Flight Attendants Push for Airline-Funded Self-Defense Training
Because how many times can we expect them to have their teeth knocked out before they start knocking teeth out?
On August 2, a passenger on a Delta Air Lines flight grabbed a flight attendant and injured her with a sharp object. It sounds like a one-off, or at least it should be, save for the fact that for the past three years it’s become a fairly regular occurrence when flight attendants are assaulted by passengers. Like most other instances of its kind, however, this one fell victim to the 24-hour news cycle.
According to a 2021 survey, nearly one in five flight attendants had been in a physical altercation with an unruly passenger, and that was just in the first half of the year alone. (One even had their teeth knocked out!) Further, every attempt to dissuade unruly passengers — from memes to the threat of a no-fly list — has fallen flat. Which is why it should come as a surprise to none that flight attendants want to take matters into their own hands (literally).
Per a report from Politico, flight attendants are pushing for legally mandated self-defense training — a benefit they’ve been seeking since 9/11. And, thanks to a provision in a major Senate aviation policy bill, they may soon have it.
It’s not an entirely novel idea — TSA offers a self-defense course for flight attendants and pilots, which was paused due to the pandemic but is now back on. According to the TSA, more than 29,000 flight crew members have taken the training. “From fiscal years 2005 through 2017, annual attendance ranged from about 500 to a maximum of about 1,700 in fiscal 2010,” Politico’s Irie Sentner wrote. “In the 2018 fiscal year, enrollment jumped to nearly 3,000. Enrollment reached records in 2022 and 2023, with more than 4,700 crew members attending the training in fiscal 2023.” The downside is that flight crews were and are responsible for taking the class on their own time and own dime. Some also questioned its effectiveness.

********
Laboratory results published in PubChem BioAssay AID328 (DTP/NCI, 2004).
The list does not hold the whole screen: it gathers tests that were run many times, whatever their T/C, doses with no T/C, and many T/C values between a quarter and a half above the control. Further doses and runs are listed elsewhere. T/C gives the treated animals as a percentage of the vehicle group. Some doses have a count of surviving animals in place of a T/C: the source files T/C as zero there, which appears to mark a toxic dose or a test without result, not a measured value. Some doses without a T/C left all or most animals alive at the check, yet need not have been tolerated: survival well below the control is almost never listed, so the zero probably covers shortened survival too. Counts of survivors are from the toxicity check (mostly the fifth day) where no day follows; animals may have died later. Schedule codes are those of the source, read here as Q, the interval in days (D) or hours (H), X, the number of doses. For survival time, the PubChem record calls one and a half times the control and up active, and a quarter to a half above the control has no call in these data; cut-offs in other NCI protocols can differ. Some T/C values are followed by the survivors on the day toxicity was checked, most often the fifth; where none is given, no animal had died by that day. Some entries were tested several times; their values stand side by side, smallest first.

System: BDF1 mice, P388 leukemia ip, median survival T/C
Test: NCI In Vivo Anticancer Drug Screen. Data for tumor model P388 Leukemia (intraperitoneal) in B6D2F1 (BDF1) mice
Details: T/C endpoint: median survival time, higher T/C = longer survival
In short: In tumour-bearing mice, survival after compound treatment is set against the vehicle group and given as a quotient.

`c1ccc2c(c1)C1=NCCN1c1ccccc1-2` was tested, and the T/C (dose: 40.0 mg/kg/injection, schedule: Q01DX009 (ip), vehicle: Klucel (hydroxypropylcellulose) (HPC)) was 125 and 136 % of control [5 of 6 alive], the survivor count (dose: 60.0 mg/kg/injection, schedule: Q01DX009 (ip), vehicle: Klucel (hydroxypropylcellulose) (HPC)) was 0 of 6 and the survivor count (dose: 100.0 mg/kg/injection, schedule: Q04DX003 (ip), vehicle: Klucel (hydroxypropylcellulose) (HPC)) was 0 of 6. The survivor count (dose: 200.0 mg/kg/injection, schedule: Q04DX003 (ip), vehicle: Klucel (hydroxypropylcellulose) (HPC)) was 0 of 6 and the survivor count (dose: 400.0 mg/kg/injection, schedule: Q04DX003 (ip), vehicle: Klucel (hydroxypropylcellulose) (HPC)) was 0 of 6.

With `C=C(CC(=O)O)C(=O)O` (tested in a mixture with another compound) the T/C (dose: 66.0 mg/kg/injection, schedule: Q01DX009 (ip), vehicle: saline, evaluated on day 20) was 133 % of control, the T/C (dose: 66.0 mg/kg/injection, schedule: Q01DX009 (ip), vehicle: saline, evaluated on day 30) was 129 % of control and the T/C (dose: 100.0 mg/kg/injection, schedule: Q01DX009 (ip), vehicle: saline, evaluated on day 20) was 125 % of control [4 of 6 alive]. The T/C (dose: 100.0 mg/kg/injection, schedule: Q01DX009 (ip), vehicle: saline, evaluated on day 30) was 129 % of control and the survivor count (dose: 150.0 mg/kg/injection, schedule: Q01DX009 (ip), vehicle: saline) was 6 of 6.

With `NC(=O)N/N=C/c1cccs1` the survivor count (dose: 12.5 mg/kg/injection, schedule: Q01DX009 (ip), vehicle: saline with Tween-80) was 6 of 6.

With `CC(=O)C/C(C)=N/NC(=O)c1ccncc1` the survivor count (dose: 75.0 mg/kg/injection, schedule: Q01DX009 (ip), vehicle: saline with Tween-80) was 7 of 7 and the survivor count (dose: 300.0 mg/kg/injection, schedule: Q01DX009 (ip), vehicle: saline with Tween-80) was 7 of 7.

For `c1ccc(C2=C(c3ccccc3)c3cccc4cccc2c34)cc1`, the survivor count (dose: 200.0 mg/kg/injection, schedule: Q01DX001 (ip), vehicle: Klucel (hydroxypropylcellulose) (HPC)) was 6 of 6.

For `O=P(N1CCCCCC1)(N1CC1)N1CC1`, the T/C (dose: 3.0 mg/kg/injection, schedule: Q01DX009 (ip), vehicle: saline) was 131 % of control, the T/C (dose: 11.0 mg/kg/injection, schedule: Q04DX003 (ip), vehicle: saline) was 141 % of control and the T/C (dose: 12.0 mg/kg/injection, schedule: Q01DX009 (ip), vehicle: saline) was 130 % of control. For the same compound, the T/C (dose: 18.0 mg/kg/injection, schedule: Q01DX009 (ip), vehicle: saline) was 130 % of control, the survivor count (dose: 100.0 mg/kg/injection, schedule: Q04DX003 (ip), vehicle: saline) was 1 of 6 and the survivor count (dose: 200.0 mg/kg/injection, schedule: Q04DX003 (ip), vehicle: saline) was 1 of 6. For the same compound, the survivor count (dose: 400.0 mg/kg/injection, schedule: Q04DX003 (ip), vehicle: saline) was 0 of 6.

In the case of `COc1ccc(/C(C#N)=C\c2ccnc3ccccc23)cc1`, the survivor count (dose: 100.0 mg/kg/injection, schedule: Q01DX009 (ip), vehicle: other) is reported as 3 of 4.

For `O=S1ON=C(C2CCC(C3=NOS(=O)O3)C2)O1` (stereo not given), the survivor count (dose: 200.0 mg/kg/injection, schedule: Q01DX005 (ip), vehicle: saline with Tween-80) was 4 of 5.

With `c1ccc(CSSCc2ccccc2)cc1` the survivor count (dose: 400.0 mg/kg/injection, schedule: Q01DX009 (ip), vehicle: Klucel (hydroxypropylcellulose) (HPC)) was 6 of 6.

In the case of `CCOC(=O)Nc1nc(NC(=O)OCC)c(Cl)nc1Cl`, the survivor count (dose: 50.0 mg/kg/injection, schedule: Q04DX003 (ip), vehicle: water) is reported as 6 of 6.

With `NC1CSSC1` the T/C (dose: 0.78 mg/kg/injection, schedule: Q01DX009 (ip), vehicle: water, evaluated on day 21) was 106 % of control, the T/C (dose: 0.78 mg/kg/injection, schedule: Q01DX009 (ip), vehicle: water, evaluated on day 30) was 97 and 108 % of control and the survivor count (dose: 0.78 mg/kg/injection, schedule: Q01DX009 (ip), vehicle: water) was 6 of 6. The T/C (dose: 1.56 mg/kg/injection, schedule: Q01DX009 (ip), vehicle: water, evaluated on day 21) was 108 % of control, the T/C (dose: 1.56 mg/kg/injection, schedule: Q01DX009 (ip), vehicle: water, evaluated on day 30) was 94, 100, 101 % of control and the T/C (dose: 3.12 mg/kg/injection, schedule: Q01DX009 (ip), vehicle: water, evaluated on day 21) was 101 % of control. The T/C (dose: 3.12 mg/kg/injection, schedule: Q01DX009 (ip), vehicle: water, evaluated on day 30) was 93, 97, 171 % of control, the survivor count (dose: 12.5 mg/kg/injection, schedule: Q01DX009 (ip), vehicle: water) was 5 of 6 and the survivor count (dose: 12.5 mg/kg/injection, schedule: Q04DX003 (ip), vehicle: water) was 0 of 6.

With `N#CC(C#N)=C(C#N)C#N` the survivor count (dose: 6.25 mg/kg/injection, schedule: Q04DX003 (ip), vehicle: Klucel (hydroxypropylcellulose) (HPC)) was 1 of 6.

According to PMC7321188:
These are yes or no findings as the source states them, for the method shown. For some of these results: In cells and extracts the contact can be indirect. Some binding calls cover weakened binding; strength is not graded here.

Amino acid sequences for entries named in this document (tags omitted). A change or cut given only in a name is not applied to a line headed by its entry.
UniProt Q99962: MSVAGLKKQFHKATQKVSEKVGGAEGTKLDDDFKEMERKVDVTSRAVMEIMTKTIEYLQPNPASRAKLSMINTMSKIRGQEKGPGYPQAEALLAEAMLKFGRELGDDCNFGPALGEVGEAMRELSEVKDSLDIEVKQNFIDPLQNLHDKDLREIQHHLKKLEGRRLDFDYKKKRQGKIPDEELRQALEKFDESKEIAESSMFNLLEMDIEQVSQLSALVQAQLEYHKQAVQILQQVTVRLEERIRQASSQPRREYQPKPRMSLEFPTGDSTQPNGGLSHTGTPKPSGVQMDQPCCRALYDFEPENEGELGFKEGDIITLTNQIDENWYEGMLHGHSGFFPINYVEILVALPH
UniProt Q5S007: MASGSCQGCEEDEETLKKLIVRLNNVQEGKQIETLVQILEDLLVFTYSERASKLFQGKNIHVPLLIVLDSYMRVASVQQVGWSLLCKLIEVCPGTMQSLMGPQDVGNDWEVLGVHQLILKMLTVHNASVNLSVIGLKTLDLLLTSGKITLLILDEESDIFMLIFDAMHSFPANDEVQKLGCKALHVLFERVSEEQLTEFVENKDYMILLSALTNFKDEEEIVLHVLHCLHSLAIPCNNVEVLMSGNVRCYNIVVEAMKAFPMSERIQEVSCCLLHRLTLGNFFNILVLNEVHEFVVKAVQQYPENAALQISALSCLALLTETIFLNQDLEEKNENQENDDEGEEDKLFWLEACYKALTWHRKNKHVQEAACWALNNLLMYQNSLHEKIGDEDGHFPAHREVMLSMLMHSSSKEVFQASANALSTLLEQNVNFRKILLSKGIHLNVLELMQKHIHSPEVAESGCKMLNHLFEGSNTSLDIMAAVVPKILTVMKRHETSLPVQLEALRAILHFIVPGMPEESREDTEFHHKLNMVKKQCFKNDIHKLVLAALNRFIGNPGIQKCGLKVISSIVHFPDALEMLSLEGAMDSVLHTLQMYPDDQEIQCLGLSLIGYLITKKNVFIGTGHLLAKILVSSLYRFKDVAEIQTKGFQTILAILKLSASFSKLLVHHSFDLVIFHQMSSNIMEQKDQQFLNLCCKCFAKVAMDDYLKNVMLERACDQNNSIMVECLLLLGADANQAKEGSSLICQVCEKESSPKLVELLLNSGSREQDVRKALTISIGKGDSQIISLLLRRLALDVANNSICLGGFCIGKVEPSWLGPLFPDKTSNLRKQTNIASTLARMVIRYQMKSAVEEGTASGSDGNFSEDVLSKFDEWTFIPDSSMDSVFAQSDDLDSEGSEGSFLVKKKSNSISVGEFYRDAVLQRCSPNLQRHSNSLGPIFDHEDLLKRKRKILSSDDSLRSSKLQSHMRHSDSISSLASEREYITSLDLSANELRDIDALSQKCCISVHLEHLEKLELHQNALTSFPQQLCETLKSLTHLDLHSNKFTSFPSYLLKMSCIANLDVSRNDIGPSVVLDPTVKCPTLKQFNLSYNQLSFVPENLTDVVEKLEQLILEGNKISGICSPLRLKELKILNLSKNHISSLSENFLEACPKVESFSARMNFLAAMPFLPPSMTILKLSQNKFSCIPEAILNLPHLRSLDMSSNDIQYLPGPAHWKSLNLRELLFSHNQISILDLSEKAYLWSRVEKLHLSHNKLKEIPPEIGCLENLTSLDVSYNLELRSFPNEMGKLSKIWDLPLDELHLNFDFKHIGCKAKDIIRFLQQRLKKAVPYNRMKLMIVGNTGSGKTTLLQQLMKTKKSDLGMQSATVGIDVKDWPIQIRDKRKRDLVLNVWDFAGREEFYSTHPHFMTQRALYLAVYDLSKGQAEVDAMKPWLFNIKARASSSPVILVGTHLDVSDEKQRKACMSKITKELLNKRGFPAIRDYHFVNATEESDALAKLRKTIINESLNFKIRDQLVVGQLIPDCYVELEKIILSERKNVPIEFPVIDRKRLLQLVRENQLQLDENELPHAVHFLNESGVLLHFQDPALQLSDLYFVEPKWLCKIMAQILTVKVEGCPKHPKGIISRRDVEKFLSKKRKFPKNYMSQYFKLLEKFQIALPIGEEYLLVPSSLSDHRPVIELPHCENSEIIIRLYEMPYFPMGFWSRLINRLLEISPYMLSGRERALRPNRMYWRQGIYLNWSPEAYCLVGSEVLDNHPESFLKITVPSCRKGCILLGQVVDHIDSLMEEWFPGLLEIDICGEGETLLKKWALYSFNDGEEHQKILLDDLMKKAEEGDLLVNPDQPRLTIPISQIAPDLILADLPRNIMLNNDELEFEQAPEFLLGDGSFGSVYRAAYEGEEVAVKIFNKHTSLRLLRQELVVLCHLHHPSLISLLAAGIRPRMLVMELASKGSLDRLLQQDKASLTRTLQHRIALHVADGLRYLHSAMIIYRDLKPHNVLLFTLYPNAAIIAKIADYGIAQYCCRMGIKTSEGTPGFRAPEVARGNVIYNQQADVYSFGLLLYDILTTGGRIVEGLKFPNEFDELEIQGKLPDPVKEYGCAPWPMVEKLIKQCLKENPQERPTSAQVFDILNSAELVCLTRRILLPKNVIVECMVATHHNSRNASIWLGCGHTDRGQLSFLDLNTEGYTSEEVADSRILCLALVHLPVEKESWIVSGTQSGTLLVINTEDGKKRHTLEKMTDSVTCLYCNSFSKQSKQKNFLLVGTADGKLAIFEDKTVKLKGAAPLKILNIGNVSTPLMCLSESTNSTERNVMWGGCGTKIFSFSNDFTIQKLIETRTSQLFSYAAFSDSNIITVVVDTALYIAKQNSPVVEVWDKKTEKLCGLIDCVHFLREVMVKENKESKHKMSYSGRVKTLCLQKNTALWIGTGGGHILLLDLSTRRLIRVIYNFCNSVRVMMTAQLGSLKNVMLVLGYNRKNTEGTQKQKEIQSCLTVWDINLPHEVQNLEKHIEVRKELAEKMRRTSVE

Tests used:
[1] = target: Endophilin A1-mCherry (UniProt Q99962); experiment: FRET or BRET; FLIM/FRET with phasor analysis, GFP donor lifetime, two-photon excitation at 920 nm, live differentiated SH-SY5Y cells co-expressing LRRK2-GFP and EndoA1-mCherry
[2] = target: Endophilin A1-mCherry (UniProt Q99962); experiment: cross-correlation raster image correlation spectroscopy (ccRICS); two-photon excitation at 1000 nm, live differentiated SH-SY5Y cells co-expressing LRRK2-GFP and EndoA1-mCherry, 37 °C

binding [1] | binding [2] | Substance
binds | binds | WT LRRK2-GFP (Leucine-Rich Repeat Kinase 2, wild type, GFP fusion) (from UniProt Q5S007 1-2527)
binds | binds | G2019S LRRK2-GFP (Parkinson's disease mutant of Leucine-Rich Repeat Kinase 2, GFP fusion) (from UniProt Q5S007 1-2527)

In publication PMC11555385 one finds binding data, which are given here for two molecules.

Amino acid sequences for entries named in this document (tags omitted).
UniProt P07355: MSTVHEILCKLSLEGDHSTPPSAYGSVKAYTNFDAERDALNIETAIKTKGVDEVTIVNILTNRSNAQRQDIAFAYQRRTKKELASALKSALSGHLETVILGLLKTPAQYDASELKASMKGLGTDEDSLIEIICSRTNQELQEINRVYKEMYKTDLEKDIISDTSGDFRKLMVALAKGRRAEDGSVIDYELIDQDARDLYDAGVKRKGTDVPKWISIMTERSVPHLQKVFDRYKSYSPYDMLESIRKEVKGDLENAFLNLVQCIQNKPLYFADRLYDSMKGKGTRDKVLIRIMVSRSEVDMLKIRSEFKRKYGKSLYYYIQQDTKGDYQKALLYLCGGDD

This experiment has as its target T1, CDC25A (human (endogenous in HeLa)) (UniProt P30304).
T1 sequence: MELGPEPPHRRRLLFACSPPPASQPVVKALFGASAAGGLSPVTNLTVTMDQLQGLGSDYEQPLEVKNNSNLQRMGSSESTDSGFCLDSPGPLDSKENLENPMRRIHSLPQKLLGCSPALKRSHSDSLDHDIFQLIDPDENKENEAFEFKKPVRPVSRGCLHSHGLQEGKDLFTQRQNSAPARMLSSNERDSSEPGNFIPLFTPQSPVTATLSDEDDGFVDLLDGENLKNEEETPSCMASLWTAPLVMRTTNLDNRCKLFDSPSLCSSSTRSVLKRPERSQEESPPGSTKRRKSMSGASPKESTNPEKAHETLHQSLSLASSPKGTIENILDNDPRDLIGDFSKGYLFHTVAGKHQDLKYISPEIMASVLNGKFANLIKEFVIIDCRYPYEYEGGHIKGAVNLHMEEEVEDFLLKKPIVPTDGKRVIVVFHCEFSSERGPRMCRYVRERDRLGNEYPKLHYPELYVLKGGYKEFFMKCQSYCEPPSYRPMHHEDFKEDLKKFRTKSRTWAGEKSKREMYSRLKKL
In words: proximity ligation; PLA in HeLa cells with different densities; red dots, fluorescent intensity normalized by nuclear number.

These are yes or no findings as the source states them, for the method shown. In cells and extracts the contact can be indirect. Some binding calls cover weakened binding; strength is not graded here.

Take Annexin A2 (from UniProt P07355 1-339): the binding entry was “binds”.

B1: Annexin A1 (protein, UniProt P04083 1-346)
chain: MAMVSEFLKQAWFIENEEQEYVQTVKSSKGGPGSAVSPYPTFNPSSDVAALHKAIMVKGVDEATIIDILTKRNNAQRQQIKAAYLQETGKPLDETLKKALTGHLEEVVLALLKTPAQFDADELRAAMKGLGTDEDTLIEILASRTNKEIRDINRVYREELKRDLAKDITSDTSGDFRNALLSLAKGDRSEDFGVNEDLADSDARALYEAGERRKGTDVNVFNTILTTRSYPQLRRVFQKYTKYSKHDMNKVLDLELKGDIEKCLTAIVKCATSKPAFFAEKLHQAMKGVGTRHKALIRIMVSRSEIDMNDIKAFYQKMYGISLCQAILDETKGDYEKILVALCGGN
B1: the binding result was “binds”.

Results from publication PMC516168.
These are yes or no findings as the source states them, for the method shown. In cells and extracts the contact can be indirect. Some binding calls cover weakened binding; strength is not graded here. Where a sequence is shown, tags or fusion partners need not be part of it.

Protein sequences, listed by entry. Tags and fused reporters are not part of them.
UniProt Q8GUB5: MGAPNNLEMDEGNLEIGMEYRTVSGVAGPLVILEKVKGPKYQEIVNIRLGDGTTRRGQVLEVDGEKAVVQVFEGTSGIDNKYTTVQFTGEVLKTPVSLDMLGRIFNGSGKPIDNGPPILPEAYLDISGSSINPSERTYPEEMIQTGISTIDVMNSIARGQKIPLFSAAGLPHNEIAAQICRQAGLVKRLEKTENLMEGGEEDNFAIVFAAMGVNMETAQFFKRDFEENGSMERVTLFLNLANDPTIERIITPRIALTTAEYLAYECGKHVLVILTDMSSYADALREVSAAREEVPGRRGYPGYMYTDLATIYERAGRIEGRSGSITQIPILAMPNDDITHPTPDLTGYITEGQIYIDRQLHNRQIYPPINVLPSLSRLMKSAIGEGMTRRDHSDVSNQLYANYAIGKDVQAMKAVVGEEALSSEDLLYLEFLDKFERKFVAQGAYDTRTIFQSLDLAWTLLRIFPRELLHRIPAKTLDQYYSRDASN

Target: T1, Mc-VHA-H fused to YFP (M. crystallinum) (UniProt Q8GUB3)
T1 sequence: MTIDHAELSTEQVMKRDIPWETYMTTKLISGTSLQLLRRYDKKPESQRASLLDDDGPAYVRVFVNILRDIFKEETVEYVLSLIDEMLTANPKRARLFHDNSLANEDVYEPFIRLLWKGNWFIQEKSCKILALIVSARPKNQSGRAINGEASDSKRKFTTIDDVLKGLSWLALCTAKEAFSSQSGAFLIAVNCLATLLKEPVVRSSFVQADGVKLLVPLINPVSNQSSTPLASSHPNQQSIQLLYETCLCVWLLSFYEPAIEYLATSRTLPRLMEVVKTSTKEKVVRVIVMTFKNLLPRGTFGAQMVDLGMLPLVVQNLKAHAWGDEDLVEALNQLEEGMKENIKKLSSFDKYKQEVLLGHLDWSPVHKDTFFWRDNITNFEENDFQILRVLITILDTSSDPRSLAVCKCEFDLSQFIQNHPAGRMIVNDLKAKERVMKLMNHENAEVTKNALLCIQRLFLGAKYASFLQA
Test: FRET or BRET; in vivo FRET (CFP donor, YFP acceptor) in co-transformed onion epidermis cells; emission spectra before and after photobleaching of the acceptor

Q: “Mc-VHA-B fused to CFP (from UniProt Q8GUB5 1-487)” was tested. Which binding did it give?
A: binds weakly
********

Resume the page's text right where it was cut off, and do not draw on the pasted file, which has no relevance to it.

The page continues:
For its part, the new bill is clear: airlines would be responsible for training flight attendants in “methods to subdue and restrain an active attacker,” as well as defend themselves against “an edged or contact weapon.” (Former iterations of the bill lacked clear-cut vocabulary, though, the idea that this needs to be explicitly stated in 2023 is remarkable given that the 9/11 attacks were initiated with knives and boxcutters.)
But there’s still the cost. “The airlines were always loath to pay for it,” said former Rep. Peter DeFazio (D-Ore.), who chaired the House Transportation Committee until early this year and led its aviation panel in 2001. He added that airline resistance to paid self-defense training is “irresponsible” and that “giving the training — particularly given the uptick of incidents — could be very useful and potentially avoid an incident at some point that could be catastrophic.”
Which begs the question: what more, in terms of catastrophic events, are we expected to endure? Is a flight attendant nearly being stabbed not enough to warrant a serious investment in training? Frankly, as a frequent flier myself, there’s nothing that would give me more joy than seeing an unruly and potentially dangerous passenger yoked up by a flight attendant.
Thanks for reading InsideHook. Sign up for our daily newsletter and be in the know.
Suggested for you